Our normal pattern during the season of Advent is to bring a series of messages that are geared to the season, thus taking a break from whatever book we were working through at the time. But as it happens, some of the themes in 2 Cor. 8 line up with some of the things I wanted to emphasize in this Advent season anyway. So for a week or two, at least, we are continuing our series. The theme concerned is giving and generosity, quite a fitting topic for Advent.
“Moreover, brethren, we do you to wit of the grace of God bestowed on the churches of Macedonia; How that in a great trial of affliction the abundance of their joy and their deep poverty abounded unto the riches of their liberality. For to their power, I bear record, yea, and beyond their power they were willing of themselves; Praying us with much intreaty that we would receive the gift, and take upon us the fellowship of the ministering to the saints. And this they did, not as we hoped, but first gave their own selves to the Lord, and unto us by the will of God. Insomuch that we desired Titus, that as he had begun, so he would also finish in you the same grace also. Therefore, as ye abound in every thing, in faith, and utterance, and knowledge, and in all diligence, and in your love to us, see that ye abound in this grace also.” (2 Corinthians 8:1–7).
SUMMARY OF THE TEXT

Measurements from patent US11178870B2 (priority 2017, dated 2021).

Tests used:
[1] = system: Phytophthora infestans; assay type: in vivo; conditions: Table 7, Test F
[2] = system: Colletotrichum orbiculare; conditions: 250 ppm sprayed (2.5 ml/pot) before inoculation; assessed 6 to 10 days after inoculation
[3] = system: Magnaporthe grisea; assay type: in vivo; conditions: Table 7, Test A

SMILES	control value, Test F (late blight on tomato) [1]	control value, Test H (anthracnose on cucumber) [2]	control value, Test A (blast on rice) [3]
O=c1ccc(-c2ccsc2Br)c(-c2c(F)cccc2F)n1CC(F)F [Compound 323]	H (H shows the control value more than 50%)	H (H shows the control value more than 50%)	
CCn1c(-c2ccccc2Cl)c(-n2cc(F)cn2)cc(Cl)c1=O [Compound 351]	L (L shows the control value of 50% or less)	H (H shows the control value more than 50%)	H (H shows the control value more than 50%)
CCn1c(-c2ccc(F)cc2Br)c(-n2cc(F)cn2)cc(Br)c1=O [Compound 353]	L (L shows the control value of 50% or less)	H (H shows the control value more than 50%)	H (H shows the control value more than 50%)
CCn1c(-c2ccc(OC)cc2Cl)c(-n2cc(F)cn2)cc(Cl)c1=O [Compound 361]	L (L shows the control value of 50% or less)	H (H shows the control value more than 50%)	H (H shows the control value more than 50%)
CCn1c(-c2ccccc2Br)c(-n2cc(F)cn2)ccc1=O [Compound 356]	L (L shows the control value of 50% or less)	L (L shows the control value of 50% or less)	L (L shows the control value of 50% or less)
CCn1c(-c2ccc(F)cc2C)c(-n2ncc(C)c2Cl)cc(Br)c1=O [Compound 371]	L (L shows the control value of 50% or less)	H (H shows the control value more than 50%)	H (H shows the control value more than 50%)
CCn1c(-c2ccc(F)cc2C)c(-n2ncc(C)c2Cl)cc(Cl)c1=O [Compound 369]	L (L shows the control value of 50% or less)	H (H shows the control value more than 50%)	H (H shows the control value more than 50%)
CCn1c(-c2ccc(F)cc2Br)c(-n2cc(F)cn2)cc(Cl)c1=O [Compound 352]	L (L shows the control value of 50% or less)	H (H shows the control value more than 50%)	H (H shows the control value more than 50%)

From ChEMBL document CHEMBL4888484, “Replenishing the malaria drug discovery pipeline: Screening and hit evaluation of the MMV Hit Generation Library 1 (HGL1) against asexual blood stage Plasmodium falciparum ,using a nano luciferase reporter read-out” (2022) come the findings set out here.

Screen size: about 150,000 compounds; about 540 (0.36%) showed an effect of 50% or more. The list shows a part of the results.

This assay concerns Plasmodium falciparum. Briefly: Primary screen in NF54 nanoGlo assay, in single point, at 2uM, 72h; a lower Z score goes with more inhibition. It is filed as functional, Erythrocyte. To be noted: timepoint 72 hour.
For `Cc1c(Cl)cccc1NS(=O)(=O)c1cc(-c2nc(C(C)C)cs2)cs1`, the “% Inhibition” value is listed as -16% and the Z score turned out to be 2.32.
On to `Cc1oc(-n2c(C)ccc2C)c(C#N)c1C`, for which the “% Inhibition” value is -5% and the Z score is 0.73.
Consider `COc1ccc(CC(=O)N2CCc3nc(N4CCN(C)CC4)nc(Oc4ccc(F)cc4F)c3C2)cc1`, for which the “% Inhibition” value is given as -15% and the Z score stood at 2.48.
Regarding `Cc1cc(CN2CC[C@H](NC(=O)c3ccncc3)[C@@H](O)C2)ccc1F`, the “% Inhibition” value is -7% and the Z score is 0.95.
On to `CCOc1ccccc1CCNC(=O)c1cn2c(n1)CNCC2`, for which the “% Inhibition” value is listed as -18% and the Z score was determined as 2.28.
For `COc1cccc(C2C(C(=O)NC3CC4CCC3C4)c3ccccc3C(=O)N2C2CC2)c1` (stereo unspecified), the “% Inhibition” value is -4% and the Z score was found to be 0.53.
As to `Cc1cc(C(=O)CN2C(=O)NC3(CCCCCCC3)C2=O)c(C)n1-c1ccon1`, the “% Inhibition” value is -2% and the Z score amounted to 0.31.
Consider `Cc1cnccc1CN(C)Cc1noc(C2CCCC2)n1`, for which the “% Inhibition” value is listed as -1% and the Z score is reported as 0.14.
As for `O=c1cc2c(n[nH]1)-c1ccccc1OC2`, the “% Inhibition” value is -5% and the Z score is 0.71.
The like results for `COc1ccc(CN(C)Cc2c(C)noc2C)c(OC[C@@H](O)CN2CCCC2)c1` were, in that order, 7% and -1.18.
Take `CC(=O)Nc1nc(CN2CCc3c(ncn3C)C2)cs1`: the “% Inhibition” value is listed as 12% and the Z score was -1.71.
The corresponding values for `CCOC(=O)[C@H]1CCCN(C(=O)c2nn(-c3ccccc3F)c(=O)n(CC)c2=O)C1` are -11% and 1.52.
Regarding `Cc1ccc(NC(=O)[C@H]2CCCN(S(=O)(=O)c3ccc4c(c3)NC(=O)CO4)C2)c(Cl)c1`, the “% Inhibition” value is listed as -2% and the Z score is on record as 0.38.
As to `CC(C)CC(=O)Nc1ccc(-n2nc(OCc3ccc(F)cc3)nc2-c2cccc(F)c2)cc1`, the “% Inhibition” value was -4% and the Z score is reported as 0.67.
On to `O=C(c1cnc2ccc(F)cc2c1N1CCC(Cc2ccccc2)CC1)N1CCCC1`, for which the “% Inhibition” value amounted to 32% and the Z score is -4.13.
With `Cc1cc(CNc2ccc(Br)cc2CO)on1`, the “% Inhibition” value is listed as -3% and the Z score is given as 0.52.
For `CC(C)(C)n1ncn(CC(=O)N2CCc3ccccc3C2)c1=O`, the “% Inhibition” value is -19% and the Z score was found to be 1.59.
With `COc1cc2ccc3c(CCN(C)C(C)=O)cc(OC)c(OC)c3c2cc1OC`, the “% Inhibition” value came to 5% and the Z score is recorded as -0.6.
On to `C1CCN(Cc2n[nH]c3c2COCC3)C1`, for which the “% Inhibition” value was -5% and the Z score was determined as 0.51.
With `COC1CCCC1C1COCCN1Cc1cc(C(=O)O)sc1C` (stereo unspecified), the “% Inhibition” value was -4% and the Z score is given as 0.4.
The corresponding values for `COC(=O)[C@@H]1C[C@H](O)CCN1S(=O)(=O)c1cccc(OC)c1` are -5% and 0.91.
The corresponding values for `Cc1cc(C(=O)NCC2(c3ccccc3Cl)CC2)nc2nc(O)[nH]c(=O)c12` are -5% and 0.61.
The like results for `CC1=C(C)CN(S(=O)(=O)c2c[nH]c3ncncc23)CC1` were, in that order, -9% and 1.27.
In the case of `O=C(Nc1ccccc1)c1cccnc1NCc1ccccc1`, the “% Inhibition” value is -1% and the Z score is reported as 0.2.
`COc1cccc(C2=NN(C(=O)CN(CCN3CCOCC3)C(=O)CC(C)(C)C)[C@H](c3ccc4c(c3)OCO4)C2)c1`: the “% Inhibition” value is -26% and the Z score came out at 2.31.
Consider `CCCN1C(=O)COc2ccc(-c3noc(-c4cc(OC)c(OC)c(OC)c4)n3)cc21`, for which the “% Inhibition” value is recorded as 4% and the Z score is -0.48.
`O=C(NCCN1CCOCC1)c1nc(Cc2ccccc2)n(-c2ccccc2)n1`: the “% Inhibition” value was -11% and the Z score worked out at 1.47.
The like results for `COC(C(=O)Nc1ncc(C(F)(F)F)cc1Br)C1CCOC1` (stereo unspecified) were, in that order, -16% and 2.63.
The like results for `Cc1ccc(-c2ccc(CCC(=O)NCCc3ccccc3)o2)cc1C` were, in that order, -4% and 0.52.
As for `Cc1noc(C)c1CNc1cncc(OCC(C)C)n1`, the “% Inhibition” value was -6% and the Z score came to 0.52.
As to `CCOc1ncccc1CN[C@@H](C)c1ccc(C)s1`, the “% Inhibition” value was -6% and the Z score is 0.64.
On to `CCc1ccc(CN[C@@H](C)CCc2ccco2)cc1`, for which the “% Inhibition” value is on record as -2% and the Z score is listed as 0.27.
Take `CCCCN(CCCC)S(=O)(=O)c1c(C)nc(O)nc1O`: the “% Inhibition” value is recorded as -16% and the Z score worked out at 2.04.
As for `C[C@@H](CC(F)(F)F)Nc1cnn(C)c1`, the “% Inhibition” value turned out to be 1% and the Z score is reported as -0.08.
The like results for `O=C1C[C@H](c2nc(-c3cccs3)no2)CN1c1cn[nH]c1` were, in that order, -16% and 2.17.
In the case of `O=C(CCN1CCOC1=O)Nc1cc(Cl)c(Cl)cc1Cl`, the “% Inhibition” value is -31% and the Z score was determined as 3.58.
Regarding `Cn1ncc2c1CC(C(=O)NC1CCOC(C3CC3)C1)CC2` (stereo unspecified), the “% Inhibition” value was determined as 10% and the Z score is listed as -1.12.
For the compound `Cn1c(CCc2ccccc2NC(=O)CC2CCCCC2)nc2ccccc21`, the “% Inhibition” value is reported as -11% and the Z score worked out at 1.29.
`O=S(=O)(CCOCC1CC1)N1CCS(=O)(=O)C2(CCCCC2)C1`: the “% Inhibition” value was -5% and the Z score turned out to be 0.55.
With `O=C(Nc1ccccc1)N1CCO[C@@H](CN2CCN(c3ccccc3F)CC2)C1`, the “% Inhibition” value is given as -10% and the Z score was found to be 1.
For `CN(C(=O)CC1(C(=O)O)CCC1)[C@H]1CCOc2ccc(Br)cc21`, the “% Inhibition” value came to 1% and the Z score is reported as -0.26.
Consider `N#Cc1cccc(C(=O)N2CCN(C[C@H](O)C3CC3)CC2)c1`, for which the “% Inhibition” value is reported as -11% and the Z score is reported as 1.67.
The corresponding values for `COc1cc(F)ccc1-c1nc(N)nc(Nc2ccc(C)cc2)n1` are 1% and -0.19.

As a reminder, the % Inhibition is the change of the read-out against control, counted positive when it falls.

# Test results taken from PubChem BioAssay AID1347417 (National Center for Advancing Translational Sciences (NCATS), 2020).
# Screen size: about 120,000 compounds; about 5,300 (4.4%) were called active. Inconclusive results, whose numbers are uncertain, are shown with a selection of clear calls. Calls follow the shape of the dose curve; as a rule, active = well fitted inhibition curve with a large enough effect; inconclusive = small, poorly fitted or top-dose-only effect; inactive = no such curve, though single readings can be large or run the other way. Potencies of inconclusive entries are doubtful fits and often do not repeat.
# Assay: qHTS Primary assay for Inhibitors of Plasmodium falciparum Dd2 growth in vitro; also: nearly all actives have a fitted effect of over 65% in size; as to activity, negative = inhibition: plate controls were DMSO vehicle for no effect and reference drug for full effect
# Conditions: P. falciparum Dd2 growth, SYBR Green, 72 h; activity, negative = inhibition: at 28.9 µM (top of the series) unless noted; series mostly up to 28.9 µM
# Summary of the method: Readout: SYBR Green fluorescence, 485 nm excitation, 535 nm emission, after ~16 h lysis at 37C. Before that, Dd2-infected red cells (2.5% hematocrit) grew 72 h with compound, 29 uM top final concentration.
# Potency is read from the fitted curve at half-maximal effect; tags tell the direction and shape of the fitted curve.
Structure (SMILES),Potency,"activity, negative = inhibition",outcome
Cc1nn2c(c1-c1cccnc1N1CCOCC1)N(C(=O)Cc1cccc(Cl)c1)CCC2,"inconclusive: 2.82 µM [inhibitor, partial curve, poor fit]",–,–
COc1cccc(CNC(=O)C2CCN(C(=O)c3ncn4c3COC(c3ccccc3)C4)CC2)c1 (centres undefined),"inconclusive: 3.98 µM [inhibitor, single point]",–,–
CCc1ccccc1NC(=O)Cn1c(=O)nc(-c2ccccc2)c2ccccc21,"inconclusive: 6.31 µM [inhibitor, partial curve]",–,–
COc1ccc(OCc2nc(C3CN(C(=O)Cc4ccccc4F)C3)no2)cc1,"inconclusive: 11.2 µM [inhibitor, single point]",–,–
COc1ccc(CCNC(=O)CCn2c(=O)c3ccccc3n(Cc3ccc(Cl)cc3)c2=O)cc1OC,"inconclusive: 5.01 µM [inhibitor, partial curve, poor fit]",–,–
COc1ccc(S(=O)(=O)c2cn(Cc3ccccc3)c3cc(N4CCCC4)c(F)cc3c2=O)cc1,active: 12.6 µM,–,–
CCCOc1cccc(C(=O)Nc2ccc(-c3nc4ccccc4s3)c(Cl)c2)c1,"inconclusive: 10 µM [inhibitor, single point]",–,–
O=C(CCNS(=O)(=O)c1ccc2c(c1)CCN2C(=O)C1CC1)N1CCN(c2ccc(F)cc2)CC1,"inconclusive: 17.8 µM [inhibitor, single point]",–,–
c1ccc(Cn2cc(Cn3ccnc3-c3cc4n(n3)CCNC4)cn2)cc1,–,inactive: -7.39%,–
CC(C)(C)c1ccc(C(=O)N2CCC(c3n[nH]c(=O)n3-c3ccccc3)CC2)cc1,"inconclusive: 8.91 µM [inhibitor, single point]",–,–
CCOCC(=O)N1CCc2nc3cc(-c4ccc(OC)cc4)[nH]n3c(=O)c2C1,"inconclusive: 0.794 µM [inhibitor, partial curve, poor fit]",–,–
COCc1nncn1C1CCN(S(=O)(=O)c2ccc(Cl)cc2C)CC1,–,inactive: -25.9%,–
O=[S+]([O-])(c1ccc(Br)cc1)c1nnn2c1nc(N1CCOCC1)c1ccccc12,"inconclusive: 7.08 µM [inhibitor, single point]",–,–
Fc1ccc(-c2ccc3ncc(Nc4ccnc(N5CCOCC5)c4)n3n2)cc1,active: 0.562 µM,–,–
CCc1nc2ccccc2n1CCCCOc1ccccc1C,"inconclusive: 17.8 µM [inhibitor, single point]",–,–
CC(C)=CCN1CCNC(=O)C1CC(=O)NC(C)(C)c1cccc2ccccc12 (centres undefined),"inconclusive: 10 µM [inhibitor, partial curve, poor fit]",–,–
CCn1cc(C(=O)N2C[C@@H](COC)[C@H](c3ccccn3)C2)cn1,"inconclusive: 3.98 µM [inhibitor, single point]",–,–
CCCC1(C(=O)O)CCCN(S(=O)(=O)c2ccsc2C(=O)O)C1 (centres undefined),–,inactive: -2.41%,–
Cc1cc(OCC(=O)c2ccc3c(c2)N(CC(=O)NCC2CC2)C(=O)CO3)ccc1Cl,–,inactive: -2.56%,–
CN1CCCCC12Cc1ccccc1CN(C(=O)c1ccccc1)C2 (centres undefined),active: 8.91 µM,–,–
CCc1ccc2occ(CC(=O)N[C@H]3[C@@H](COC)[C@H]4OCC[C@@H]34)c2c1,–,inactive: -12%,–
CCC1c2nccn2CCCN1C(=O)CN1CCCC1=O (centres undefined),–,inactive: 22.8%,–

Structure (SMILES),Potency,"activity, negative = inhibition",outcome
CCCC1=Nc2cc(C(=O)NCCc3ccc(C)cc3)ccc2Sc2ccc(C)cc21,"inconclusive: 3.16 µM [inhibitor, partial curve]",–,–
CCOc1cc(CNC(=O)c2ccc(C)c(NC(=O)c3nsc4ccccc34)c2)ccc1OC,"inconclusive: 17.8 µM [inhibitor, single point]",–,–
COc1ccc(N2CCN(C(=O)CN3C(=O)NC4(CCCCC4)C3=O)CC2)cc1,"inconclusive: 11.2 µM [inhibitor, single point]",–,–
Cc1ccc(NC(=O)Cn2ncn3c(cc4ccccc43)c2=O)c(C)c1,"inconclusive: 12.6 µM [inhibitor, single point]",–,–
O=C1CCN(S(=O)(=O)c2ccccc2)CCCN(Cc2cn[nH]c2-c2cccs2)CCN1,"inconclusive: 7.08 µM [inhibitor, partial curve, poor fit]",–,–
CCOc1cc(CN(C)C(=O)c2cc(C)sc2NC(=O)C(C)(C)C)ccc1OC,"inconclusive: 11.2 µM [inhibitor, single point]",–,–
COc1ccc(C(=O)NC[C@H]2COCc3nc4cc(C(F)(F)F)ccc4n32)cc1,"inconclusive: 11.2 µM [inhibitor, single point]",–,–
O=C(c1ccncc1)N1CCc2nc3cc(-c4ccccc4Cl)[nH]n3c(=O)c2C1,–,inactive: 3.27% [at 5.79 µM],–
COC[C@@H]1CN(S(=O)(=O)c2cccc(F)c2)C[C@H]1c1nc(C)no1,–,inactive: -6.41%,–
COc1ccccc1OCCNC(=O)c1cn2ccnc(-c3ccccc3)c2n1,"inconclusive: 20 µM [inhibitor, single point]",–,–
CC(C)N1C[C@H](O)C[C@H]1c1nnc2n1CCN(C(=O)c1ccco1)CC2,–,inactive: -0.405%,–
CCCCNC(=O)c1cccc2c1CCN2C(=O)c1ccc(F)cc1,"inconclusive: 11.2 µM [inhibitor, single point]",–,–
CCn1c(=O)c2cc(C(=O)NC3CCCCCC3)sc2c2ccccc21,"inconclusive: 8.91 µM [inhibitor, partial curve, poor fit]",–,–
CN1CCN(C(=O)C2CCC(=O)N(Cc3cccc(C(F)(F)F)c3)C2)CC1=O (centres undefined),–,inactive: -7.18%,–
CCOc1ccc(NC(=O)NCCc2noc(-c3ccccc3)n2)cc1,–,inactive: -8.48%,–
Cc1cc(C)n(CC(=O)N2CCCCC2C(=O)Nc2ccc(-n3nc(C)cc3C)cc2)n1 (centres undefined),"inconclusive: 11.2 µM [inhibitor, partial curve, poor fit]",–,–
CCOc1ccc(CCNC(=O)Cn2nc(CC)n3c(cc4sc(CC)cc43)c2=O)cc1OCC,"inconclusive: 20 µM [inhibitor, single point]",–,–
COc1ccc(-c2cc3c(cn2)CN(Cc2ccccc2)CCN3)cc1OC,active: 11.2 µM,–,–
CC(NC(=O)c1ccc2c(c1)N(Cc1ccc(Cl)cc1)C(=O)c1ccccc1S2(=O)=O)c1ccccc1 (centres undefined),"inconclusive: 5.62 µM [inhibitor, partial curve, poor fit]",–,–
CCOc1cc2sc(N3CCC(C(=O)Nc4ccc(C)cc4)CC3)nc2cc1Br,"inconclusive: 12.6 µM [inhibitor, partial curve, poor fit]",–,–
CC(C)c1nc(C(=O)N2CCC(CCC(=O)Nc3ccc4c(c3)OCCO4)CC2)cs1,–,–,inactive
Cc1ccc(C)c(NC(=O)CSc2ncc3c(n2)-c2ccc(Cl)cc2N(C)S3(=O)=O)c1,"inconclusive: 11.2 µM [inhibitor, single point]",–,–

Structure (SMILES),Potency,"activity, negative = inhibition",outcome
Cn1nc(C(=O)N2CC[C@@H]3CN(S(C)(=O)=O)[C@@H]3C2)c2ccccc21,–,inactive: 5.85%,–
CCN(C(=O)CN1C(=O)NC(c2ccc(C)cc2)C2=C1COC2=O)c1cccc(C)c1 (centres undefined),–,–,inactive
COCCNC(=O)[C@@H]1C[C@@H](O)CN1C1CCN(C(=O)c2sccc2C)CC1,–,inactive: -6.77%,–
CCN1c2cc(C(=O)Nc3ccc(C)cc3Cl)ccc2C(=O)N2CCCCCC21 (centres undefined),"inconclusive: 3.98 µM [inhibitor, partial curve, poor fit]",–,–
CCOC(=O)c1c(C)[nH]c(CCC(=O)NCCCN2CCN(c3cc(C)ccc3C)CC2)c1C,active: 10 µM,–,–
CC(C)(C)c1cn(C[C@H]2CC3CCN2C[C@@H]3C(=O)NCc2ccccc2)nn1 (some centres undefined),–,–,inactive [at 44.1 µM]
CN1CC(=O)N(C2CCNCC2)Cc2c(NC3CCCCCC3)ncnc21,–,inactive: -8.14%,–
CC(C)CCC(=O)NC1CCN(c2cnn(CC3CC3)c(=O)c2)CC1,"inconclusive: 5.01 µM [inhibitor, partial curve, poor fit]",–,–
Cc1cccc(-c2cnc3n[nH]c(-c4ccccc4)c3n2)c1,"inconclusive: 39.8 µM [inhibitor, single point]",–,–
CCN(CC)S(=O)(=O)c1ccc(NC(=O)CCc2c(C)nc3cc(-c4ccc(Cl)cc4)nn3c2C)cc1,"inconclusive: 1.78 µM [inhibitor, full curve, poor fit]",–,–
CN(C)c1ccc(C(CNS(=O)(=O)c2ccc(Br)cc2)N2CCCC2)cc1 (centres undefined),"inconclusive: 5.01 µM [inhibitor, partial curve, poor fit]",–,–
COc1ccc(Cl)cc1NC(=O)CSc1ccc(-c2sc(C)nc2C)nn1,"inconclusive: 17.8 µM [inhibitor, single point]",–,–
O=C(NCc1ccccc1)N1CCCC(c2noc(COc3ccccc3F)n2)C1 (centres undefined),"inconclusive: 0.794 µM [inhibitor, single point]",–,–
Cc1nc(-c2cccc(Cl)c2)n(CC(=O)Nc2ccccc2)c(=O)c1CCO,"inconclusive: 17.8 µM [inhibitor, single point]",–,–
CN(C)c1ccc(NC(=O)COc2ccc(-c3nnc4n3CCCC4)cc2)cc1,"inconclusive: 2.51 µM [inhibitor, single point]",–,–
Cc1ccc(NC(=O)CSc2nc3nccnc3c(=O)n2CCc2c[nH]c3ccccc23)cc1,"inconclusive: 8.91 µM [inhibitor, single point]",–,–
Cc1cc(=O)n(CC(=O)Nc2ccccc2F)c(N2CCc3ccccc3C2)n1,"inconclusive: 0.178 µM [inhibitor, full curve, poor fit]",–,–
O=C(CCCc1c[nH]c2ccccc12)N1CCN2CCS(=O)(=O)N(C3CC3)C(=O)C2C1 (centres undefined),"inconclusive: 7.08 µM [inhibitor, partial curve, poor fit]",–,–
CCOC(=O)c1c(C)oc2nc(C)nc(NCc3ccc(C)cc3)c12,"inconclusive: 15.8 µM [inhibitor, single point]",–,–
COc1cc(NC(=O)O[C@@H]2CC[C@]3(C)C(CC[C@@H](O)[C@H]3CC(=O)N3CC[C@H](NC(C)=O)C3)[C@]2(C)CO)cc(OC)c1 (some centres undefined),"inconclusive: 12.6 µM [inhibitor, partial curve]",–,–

Paul wanted to make sure that the Corinthians knew about the particular nature of the grace that God poured out on the churches in Macedonia (v. 1). In the context of great affliction, their abundant joy and their extreme poverty combined to produce a most generous gift (v. 2). Paul testified that they willingly gave up to their ability to give, and even beyond it (v. 3). As Chrysostom pointed out, in this situation, the Macedonians did the begging, not Paul (v. 4). Not only did they give as Paul’s band had hoped, but they did this in the right order. They donated themselves to God first, and then to Paul’s specific project, and all in the will of God (v. 5). Apparently, Titus was delivering this letter also, and as he had reminded them of their pledge on his previous visit, Paul is now looking for him to complete the giving campaign (v. 6). Paul then makes his pitch. As the Corinthians abounded in numerous graces—faith, speech, knowledge, diligence, and love—so should they abound in this grace of giving monetarily as well (v. 7). The grace bestowed on the Macedonian churches was a grace of giving (v. 1), and Paul is seeking to find the same kind of generosity rising up in the Corinthians (v. 7).